Reminder: Gift Tax Returns Due April 15, 2023

Mar 7, 2023   Print PDF

Related Practice: Estate Planning & Administration

Broadly speaking, the federal gift tax applies to property transferred during life without receiving full and adequate consideration in return. For example, a cash gift of $50,000 to an adult child is considered a taxable gift for federal gift tax purposes, but a sale of property for $50,000 (assuming that is the fair market value) is not. It makes no difference whether the transfer is outright or in trust, or what type of property is transferred.

The federal gift tax exemption is the maximum amount that a person can give away during lifetime without incurring federal gift tax. In 2023, the federal gift tax exemption amount is $12,920,000 per individual, and is adjusted for inflation annually. Absent action by congress, beginning January 1, 2026, this exemption amount is scheduled to be reduced by half. Estimates vary, but it is expected to be around $6,800,000 per individual. Taxable gifts that collectively exceed the transferor’s federal gift tax exemption are subject to gift tax at a flat 40% rate. If gift tax is due, the person giving the gift (the donor) is primarily responsible for paying the tax.

When do you need to file a gift tax return?

In 2022, you could give up to $16,000 to as many people as you like without paying any federal gift tax, without using any of your federal gift tax exemption, and without the need to file a federal gift tax return. In 2023 that amount is $17,000 per donee. This exclusion amount is commonly referred to as the “gift tax annual exclusion.” Any gifts that exceed the gift tax annual exclusion and do not fall within limited exceptions must be reported on a federal gift tax return, Form 709.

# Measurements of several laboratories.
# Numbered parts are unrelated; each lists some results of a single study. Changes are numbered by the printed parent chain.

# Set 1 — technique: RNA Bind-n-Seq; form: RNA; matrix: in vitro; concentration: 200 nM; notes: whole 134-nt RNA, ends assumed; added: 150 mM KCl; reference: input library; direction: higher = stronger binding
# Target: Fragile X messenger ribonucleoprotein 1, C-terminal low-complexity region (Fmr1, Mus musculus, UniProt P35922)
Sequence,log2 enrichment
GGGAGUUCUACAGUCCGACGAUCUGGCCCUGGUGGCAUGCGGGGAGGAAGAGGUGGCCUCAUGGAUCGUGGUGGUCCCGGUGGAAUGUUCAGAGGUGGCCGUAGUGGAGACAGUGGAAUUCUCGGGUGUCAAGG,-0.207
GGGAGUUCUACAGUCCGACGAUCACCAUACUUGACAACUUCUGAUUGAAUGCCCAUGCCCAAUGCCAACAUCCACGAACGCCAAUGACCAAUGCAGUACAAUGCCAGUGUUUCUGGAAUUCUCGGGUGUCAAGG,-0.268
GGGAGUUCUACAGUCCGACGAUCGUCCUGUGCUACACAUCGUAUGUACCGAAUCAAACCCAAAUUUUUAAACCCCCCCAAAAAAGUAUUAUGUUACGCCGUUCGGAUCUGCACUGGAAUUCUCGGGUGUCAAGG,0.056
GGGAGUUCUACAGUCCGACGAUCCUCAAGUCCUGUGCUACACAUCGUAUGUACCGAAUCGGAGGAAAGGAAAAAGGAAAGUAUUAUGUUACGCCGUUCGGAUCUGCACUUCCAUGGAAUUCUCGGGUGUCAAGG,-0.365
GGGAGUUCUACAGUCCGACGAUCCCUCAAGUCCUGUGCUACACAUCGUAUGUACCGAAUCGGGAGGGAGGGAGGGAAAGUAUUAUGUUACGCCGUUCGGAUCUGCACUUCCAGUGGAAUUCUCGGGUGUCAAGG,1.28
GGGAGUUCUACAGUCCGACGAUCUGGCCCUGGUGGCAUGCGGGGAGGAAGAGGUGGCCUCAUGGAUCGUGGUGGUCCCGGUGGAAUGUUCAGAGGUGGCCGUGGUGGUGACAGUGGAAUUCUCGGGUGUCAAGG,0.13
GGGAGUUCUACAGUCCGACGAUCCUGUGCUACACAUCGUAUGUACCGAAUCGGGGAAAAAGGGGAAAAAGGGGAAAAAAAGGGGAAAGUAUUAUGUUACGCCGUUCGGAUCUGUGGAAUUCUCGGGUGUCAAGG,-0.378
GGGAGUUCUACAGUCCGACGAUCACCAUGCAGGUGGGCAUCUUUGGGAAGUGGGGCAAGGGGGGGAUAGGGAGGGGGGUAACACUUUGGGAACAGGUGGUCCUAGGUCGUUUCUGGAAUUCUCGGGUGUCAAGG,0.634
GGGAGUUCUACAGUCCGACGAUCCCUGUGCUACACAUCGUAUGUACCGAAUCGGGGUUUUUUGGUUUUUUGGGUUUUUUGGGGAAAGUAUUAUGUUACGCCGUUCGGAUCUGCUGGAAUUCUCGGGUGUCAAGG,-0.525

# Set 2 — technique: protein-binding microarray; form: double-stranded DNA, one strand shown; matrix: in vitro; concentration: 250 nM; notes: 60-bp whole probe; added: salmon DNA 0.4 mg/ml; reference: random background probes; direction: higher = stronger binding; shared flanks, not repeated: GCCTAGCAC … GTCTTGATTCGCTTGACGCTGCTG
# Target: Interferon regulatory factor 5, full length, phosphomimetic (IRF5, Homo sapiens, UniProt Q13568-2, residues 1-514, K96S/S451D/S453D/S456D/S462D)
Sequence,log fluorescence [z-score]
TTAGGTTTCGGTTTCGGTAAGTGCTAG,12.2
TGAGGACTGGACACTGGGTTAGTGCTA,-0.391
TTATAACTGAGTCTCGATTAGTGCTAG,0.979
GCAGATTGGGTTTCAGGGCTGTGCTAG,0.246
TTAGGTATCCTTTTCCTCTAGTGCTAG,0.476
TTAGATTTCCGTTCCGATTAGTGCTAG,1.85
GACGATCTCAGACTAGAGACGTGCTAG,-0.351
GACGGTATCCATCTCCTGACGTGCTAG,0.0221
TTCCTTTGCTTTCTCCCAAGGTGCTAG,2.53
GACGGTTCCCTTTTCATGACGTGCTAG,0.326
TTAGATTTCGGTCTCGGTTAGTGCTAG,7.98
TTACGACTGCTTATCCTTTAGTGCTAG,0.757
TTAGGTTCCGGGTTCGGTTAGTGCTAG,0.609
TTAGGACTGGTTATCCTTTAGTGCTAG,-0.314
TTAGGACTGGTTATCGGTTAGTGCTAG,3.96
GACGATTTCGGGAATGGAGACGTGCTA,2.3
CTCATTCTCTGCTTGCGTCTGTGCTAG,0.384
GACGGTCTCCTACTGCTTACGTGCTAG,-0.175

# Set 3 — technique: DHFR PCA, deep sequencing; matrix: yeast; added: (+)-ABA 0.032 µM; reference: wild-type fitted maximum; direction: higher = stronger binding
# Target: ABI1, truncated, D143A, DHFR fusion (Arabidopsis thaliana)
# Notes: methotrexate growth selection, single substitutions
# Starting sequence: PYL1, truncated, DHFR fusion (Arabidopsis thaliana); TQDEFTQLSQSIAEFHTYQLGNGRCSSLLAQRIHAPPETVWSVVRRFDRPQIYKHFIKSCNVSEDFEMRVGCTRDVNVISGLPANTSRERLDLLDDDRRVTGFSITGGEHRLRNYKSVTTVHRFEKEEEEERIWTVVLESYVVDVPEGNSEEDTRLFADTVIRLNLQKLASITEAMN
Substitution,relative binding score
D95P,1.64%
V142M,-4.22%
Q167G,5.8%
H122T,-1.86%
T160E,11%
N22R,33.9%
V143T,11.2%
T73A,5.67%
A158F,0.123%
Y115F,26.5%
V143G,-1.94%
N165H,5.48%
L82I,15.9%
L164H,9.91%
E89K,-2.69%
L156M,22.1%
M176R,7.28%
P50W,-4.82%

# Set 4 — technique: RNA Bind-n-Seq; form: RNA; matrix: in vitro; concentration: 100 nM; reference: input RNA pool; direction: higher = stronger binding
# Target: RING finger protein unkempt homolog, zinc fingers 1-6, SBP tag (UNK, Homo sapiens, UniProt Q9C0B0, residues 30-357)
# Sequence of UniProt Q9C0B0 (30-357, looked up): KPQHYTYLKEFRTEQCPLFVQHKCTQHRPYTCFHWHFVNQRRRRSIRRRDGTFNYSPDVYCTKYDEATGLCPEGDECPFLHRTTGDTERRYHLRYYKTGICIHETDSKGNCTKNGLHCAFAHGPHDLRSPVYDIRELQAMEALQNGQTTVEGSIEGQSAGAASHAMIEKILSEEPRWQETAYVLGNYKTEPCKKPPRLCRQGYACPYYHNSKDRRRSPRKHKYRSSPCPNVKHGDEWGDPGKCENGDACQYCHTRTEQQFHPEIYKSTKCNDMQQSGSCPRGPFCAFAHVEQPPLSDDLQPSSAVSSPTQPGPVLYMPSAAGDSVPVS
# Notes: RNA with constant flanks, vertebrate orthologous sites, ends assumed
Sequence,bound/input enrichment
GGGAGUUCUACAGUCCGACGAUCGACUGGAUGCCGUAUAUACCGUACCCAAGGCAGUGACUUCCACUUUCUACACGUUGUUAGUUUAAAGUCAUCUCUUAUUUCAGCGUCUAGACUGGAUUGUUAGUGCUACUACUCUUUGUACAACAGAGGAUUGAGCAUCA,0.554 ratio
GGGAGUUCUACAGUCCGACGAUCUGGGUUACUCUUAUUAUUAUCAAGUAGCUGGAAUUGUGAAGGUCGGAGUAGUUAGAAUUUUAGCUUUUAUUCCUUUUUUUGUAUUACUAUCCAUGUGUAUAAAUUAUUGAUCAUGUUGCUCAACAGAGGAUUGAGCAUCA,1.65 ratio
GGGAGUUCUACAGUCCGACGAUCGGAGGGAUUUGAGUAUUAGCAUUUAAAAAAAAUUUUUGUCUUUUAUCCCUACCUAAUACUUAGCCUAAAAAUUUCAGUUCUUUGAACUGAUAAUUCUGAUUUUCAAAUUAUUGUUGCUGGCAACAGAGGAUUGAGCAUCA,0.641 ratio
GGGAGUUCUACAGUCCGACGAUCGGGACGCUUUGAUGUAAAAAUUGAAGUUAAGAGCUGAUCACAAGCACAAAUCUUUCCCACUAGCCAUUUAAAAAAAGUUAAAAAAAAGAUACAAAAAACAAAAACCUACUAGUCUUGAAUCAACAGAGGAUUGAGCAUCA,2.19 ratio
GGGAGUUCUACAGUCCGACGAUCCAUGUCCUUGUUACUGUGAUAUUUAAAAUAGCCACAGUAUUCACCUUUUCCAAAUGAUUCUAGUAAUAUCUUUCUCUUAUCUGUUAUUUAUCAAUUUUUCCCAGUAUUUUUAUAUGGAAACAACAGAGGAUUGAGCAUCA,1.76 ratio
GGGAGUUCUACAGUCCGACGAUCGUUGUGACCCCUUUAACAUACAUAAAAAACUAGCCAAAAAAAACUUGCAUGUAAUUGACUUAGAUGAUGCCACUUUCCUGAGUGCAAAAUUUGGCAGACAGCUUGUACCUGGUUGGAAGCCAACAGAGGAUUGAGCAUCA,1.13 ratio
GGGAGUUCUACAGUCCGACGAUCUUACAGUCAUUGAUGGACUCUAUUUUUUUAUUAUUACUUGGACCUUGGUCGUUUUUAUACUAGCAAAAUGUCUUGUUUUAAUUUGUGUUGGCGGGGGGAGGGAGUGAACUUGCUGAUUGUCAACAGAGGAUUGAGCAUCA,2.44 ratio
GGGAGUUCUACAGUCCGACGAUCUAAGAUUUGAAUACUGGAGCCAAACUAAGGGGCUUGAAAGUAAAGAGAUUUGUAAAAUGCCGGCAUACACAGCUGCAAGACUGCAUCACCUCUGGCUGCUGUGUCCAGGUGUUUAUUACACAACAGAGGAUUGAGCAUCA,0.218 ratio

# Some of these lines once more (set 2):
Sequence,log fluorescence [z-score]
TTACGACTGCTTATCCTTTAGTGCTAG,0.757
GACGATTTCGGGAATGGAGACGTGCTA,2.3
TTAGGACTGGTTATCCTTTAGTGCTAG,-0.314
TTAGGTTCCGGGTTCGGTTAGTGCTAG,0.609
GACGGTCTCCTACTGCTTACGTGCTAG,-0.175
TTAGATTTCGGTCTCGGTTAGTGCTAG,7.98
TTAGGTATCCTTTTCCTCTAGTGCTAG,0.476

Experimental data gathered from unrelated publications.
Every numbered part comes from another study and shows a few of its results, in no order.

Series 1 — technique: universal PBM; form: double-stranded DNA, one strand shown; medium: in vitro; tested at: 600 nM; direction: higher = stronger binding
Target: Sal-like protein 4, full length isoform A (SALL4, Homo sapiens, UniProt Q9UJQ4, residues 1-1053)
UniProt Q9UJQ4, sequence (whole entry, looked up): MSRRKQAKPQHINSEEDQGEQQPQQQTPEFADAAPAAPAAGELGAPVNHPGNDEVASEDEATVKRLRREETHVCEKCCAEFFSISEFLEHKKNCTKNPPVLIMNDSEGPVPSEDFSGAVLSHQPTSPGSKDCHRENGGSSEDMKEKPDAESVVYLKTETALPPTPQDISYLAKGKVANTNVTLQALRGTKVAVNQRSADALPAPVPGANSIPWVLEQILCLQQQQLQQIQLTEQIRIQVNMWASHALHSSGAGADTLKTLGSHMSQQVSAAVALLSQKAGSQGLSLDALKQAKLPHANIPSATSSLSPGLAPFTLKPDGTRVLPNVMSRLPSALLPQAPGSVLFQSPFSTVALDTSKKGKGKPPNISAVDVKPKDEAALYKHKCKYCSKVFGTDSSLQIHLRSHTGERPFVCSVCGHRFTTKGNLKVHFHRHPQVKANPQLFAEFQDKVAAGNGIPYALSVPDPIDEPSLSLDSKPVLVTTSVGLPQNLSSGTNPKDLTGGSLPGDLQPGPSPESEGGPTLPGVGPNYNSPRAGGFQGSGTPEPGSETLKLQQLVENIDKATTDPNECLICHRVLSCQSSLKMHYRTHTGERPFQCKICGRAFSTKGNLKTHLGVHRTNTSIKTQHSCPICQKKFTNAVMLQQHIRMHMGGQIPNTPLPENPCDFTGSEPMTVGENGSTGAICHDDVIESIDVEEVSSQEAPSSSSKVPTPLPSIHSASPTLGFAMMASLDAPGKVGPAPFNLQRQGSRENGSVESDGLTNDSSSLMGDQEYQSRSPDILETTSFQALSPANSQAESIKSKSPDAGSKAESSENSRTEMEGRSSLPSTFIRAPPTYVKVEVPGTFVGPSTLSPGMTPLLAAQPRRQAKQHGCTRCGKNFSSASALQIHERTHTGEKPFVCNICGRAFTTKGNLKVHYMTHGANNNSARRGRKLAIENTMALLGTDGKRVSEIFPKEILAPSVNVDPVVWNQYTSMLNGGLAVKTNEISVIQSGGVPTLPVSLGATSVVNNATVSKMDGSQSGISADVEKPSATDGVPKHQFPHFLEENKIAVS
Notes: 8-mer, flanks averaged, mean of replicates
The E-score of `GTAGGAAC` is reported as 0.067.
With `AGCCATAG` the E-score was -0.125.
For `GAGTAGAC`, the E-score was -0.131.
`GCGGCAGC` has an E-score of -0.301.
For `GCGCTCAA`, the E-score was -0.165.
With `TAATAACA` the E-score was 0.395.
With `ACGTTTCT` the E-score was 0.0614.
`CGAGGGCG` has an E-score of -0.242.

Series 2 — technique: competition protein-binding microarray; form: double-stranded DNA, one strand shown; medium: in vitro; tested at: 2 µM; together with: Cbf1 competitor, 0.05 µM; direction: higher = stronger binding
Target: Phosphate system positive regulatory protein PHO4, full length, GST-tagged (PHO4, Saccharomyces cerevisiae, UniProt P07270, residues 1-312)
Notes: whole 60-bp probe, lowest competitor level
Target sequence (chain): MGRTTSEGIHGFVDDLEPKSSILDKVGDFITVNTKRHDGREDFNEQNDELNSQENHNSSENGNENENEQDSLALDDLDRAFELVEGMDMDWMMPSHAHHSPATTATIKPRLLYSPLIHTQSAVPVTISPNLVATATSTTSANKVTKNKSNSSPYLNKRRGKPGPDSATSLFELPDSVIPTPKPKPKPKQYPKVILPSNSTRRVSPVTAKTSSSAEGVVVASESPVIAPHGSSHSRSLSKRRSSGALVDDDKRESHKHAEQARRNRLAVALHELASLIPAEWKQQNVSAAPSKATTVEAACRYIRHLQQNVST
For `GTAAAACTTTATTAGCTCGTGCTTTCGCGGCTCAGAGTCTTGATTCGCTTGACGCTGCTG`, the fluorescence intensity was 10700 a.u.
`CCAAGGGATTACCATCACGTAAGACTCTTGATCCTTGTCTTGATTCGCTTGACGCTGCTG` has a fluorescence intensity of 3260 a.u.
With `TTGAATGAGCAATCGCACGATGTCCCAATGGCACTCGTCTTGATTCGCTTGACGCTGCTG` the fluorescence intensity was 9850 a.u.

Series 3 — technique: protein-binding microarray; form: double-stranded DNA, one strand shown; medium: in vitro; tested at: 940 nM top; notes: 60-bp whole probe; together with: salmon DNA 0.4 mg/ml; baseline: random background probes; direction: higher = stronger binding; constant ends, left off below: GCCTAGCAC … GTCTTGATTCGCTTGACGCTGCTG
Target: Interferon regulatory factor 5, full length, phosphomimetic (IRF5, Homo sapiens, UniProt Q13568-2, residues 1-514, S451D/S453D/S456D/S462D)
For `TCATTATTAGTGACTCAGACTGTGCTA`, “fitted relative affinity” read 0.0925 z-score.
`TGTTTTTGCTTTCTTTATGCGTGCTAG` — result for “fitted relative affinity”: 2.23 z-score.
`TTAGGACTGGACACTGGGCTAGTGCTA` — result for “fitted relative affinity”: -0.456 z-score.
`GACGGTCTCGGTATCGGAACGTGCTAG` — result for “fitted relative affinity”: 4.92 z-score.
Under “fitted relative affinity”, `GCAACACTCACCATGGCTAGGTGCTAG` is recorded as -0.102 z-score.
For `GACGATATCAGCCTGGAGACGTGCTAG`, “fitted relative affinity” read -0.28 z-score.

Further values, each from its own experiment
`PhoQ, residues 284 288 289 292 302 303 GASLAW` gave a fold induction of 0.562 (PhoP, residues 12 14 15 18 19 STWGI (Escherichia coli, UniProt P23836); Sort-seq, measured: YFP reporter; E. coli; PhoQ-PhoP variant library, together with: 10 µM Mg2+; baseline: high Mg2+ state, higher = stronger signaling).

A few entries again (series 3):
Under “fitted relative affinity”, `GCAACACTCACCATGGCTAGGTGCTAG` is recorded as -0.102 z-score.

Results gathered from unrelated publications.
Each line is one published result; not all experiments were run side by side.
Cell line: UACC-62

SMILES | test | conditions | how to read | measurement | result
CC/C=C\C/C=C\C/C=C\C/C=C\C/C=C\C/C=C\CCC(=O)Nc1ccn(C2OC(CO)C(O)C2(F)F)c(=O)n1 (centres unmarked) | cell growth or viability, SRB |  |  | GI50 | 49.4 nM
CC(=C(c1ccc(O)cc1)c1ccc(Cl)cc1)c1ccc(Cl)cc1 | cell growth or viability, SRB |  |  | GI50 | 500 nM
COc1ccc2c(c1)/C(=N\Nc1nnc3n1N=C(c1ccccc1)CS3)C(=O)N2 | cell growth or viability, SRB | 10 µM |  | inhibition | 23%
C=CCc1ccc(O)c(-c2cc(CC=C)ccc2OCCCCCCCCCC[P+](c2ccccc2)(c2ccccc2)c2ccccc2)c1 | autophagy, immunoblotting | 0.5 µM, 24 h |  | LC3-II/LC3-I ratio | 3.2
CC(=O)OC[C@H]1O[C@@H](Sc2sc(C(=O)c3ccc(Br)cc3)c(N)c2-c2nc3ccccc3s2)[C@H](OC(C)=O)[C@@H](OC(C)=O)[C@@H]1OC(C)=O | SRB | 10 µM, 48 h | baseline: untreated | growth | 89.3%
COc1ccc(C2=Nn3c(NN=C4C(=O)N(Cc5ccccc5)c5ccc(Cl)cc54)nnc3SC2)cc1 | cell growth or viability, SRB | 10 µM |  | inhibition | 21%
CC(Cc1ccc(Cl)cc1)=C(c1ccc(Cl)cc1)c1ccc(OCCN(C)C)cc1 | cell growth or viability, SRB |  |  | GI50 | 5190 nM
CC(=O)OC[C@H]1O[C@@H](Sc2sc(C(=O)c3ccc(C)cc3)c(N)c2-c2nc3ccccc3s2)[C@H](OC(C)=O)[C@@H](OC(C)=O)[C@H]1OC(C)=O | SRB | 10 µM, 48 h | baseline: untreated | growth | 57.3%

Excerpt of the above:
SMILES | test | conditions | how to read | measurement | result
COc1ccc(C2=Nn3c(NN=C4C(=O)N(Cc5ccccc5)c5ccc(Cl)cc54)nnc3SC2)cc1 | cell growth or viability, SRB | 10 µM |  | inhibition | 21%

Are there exceptions?

Certain “qualified transfers” are excluded from federal gift tax. A “qualified transfer” generally means a transfer made directly to an educational institution for tuition of another or to a medical care provider for medical expenses for another. Qualified transfers won’t reduce your remaining gift or estate tax exemptions, and you won’t have to file a gift tax return, but only if the payments are made directly to the service provider, such as the school or hospital.

What is the due date for filing a federal gift tax return?

You must normally file Form 709 no later than April 15 of the year after the gift was made unless that date falls on a Saturday, Sunday, or legal holiday (as is the case in 2023), in which case the Form 709 is due on the next business day. Therefore, Form 709 for taxable gifts made in 2022 are due April 17, 2023. However, you can request an automatic six-month extension if you need more time to file your return, and any extension of time granted for filing your federal individual income tax return will automatically extend the time to file your federal gift tax return. Regardless of whether an extension is granted, if you owe federal gift tax, you must pay it by April 15 in order to avoid interest and penalties for late payment.

Are there special rules for married couples?

If your spouse is a U.S. citizen, you can gift an unlimited amount to your spouse without paying any federal gift tax and typically without having to file a federal gift tax return.

Another special rule is that married taxpayers who are U.S. citizens or residents can make an election to “split gifts.” This allows one spouse to make a gift to a third party, but have the gift treated as made one-half by each spouse.

If you made gifts in excess of $16,000 to any individual during 2022, you may be obligated to file a federal gift tax return. Working with a qualified professional such as a CPA or attorney can help avoid costly mistakes and ensure your gift tax return accurately reports your gifts.

To learn more, please contact a member of the Stokes Lawrence Estate Planning Group at (206) 626-6000 in Seattle or (509) 853-3000 in Yakima.